Against the backdrop of a global pandemic, these names became rallying calls across North America during the summer of 2020 as the continent confronted centuries of systemic racism.
For Rane Carnegie, so much of the past year has been a call to action.
“It was traumatizing,” the 36-year-old former junior hockey star says.
“I have a Black son and a Black daughter. It impacted my family in a way that I can’t even begin to describe.”
The social justice movement that followed the deaths last year of Black men and women like Floyd, Taylor, and Arbery, took place in the wake of a racial reckoning throughout the game of hockey that was first sparked by Akim Aliu in the fall of 2019.
For Carnegie, the confluence of these movements was, what he calls, an awakening.
“It gave me the strength I needed to realize that I can be a leader and my actions matter,” Carnegie says. “My voice matters.”
“I wasn’t going to sit around and not do anything about it anymore.”
A PASSION FOR THE GAME
Carnegie’s passion for hockey comes honest enough.
His grandfather Herb Carnegie, widely considered to be the game’s first Black star, was a smooth-skating centre and a three-time winner of the Quebec senior league’s most valuable player award during the 1940s.
The son of Jamaican immigrants, he was also the man who showed up with a pair of skates at his grandson’s Toronto doorstep and first introduced him to the sport.
“I fell in love with the game from the moment I stepped foot on the ice with my grandfather.”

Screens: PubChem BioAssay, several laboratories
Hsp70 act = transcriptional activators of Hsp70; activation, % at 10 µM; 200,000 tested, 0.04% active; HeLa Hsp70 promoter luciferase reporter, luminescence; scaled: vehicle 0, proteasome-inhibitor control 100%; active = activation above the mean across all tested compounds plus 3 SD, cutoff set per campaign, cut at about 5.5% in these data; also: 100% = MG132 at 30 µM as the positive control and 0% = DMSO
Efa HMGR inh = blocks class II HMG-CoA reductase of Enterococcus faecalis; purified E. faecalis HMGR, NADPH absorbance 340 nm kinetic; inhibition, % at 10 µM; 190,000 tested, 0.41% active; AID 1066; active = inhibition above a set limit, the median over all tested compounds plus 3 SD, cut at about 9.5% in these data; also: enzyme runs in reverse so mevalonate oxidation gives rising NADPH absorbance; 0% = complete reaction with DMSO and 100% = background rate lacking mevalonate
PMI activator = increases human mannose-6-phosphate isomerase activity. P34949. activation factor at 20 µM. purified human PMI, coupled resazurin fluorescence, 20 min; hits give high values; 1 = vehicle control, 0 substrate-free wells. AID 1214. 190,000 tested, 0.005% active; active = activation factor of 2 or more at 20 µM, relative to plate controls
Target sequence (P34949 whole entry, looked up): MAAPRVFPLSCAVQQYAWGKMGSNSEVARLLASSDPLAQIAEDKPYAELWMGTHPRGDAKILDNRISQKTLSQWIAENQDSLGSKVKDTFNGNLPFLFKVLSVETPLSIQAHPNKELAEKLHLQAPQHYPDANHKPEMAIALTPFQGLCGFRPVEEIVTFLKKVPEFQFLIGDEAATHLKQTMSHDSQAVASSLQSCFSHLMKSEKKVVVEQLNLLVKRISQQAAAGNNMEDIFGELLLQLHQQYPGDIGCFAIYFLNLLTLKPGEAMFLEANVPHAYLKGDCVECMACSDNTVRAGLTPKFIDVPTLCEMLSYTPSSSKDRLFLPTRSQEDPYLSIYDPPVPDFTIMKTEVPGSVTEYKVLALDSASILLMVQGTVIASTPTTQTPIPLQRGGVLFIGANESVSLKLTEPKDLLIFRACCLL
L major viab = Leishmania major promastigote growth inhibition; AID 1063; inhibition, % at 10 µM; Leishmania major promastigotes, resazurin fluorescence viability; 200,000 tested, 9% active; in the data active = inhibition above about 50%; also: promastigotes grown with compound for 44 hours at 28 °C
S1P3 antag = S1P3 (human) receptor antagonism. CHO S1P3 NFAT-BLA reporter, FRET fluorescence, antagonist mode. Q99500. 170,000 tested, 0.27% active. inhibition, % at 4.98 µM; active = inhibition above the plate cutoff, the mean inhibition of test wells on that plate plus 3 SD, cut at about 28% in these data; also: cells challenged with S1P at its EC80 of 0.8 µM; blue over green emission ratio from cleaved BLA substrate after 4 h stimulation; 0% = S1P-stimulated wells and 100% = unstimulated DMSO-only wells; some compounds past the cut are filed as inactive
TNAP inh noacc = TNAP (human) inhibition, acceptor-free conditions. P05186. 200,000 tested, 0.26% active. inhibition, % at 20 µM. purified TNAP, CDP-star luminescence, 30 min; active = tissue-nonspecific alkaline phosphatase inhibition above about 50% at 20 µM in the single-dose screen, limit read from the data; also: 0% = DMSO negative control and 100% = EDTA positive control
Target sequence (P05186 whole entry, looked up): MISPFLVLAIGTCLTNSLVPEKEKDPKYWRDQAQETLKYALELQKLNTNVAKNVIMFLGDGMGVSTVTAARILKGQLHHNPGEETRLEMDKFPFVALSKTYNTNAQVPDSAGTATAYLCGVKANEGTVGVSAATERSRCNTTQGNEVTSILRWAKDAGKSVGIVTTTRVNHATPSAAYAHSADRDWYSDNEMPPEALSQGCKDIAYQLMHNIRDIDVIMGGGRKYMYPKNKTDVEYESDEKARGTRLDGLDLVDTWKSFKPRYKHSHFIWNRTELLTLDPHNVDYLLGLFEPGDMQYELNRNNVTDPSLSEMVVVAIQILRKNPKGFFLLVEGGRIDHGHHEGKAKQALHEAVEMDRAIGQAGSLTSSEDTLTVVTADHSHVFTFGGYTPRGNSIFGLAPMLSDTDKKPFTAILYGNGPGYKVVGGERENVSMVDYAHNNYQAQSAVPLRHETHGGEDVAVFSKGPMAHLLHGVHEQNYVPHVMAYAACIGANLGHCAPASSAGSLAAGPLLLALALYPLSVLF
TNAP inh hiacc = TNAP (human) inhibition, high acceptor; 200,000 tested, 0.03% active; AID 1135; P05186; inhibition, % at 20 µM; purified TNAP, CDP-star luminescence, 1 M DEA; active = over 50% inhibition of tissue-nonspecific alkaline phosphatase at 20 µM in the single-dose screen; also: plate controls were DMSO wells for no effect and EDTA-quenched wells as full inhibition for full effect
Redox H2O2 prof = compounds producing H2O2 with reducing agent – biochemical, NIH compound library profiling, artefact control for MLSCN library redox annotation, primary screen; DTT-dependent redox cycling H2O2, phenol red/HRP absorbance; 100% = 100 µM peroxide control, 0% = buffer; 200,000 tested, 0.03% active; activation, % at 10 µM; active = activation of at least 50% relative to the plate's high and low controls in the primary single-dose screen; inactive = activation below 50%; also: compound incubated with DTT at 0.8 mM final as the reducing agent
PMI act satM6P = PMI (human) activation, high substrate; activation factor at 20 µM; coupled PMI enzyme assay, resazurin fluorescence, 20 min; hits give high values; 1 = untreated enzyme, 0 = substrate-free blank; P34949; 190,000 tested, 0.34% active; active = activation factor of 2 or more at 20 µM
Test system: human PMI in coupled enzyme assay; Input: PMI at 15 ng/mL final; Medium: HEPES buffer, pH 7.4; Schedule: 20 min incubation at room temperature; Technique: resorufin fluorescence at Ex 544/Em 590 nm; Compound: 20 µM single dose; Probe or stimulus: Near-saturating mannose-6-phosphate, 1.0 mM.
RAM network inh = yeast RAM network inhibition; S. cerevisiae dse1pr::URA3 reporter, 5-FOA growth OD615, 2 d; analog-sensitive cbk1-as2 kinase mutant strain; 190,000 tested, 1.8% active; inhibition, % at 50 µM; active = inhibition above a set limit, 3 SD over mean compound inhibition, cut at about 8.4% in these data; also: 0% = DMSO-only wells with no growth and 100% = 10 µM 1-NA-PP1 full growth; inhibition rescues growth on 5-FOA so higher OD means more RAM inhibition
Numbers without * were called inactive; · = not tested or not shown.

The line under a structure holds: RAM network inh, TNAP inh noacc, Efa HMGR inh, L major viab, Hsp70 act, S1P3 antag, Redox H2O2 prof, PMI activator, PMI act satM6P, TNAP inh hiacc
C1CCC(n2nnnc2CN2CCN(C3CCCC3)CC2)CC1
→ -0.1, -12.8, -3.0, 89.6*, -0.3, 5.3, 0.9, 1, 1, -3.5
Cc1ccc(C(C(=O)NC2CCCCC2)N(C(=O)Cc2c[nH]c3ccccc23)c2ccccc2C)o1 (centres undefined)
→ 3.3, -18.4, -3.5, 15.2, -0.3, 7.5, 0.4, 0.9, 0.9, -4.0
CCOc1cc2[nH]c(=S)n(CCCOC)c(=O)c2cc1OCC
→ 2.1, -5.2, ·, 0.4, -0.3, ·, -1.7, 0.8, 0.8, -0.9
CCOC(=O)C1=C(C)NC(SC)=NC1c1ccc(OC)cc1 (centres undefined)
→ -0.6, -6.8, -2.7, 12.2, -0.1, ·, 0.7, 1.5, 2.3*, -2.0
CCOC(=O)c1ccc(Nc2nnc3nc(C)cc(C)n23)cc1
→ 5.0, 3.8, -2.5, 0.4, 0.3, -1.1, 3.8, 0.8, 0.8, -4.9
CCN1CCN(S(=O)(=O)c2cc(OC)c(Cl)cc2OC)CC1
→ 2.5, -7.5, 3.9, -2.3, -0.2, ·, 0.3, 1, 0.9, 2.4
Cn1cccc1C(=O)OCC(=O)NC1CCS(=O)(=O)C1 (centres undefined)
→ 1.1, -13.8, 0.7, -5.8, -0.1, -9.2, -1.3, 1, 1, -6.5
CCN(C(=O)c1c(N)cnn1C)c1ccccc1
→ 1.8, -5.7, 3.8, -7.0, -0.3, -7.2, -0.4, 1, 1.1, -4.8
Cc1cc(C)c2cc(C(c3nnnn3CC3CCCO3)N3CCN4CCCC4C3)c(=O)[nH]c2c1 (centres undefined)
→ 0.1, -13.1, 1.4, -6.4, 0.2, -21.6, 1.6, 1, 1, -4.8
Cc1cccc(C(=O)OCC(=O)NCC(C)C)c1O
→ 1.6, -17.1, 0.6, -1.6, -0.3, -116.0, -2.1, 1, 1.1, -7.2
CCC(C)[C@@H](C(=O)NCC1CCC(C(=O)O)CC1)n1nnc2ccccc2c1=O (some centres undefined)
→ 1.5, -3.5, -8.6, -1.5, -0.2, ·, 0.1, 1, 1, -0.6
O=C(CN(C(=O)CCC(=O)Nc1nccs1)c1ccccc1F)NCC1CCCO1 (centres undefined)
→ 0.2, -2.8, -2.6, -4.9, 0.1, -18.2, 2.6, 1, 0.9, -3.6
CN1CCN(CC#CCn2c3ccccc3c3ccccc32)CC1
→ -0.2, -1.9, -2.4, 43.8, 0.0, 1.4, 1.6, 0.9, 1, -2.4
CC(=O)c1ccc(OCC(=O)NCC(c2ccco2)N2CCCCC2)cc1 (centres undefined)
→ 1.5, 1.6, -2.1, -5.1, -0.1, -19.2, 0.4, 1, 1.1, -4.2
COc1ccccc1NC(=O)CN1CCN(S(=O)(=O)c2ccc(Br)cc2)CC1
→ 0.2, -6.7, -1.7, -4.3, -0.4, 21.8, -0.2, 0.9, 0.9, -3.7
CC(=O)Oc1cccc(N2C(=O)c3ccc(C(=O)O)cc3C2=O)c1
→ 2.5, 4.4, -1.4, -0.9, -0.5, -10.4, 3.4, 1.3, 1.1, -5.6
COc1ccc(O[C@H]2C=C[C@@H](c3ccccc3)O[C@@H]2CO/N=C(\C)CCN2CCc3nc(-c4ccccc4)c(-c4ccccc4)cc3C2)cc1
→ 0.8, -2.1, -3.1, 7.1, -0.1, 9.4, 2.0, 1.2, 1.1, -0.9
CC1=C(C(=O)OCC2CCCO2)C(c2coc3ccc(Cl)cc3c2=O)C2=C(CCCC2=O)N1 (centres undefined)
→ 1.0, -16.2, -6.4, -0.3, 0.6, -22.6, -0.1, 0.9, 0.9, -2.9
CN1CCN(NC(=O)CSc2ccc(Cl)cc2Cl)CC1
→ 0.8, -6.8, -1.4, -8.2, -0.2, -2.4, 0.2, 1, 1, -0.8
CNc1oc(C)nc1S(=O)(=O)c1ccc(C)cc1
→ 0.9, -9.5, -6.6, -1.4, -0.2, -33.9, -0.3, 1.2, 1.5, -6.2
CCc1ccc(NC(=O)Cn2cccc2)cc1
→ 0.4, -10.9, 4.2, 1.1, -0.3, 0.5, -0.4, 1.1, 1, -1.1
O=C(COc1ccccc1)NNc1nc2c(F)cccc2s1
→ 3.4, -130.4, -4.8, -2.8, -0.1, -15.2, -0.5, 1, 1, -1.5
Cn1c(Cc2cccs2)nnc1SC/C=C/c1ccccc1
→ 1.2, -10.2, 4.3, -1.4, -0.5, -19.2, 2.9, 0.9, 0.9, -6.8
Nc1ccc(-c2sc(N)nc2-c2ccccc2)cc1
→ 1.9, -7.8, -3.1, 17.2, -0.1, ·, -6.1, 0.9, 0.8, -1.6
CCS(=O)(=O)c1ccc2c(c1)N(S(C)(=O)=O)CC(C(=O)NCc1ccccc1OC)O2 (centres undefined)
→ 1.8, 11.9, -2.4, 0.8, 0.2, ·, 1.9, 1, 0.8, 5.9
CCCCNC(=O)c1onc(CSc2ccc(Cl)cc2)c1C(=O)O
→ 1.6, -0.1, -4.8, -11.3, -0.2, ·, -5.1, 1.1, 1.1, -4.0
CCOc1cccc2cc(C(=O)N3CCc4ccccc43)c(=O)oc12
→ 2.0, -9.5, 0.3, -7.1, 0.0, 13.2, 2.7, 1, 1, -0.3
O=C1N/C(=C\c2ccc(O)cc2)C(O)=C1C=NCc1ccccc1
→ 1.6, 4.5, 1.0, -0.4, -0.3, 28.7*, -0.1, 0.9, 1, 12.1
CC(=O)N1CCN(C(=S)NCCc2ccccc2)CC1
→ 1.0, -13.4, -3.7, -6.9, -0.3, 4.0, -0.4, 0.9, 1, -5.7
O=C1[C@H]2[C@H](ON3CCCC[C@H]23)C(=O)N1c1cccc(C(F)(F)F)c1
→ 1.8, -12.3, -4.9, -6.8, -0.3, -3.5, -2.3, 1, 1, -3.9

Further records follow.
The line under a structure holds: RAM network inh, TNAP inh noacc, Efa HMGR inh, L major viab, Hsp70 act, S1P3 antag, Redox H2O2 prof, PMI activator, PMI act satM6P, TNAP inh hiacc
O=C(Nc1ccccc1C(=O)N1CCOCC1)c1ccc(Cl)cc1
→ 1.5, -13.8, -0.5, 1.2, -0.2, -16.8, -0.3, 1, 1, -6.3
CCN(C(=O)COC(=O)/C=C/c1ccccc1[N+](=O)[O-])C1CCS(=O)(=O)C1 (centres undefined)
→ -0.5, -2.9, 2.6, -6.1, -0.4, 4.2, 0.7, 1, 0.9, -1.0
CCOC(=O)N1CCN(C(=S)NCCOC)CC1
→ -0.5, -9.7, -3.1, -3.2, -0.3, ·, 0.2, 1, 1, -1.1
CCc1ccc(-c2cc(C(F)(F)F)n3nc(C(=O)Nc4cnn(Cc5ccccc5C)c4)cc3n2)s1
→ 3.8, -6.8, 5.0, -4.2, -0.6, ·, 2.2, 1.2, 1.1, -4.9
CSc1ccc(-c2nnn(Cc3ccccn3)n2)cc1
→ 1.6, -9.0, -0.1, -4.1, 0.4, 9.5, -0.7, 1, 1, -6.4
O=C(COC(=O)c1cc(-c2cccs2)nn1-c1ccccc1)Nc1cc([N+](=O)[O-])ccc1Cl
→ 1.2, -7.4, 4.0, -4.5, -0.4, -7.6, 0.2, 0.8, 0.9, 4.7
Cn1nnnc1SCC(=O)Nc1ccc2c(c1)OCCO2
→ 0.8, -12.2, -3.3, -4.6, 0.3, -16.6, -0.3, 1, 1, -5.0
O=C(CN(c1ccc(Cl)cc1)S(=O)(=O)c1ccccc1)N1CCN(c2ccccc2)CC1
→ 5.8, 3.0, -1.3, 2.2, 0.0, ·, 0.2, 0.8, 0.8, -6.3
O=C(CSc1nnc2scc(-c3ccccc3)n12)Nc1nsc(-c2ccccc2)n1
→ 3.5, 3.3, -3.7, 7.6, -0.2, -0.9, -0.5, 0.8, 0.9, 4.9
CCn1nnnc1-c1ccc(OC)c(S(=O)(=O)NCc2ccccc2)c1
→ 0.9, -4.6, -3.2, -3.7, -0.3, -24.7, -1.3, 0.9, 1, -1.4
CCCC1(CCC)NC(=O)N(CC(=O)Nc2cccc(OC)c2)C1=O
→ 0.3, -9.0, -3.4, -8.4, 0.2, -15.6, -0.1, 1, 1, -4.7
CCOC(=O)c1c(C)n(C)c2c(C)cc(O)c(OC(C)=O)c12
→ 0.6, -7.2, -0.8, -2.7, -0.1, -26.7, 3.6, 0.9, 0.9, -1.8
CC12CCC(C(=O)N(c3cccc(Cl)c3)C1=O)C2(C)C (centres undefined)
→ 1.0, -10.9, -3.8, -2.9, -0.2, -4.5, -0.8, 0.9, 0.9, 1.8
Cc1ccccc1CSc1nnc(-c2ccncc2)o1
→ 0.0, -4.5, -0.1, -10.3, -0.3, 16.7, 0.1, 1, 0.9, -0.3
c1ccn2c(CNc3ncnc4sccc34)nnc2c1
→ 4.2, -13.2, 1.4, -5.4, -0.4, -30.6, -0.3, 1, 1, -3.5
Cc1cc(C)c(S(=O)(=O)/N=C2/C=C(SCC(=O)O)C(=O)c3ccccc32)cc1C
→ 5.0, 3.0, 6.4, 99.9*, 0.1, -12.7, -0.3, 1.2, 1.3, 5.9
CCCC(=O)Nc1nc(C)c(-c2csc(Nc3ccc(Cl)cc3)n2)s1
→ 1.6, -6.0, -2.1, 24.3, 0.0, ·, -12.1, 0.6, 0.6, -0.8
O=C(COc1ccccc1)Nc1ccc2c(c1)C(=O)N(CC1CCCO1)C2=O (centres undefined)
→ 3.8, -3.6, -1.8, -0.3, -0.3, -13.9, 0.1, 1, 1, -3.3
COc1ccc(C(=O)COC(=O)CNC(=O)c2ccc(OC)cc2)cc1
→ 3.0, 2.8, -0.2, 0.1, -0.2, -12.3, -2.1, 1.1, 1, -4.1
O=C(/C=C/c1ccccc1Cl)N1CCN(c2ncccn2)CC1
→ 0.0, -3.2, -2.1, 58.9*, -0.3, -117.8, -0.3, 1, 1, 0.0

Like his grandfather who learned the game on the frozen ponds of north Toronto, it didn’t take long for the younger Carnegie to excel with those skates on.
An emerging hockey star in his own right, he caught the attention of junior hockey scouts early. In 2001, he was a first-round pick of the Ontario Hockey League’s Belleville Bulls.
His own hockey journey would bring him through the OHL and Quebec Major Junior Hockey League – where he starred with the Halifax Mooseheads – as well as the American Hockey League and other pro teams throughout the United States and Europe.
“As Canadians, you dream of playing for the Leafs and winning the Stanley Cup. It’s every kid’s dream and I was no different.
“[My dream] was just enhanced because of the legend of who my grandfather is and was.”
Despite his many accomplishments on the senior circuit in Quebec – the same league in which his former Quebec Aces teammate and lifelong friend Jean Béliveau cut his teeth – Herb Carnegie was never able to realize his own dream of playing in the National Hockey League.
That dream was snuffed out by institutional racism in the game. But despite all he endured, Herb Carnegie never stopped loving the sport or believing that hockey could be a vehicle for social change.
After hanging up his skates as a player in 1953, the elder Carnegie opened the Future Aces Hockey School, believed to be the first of its kind in the world.
He also penned the Future Aces Creed, a personal code that was part of his lifelong effort to promote respect and tolerance among young people, and to help ensure that future generations would not be subjected to the same kind of discrimination that he had experienced.
A hockey trailblazer and champion of diversity and inclusion, Herb Carnegie was named to the Order of Ontario in 1996, inducted into Canada’s Sports Hall of Fame in 2001 and invested into the Order of Canada in 2003.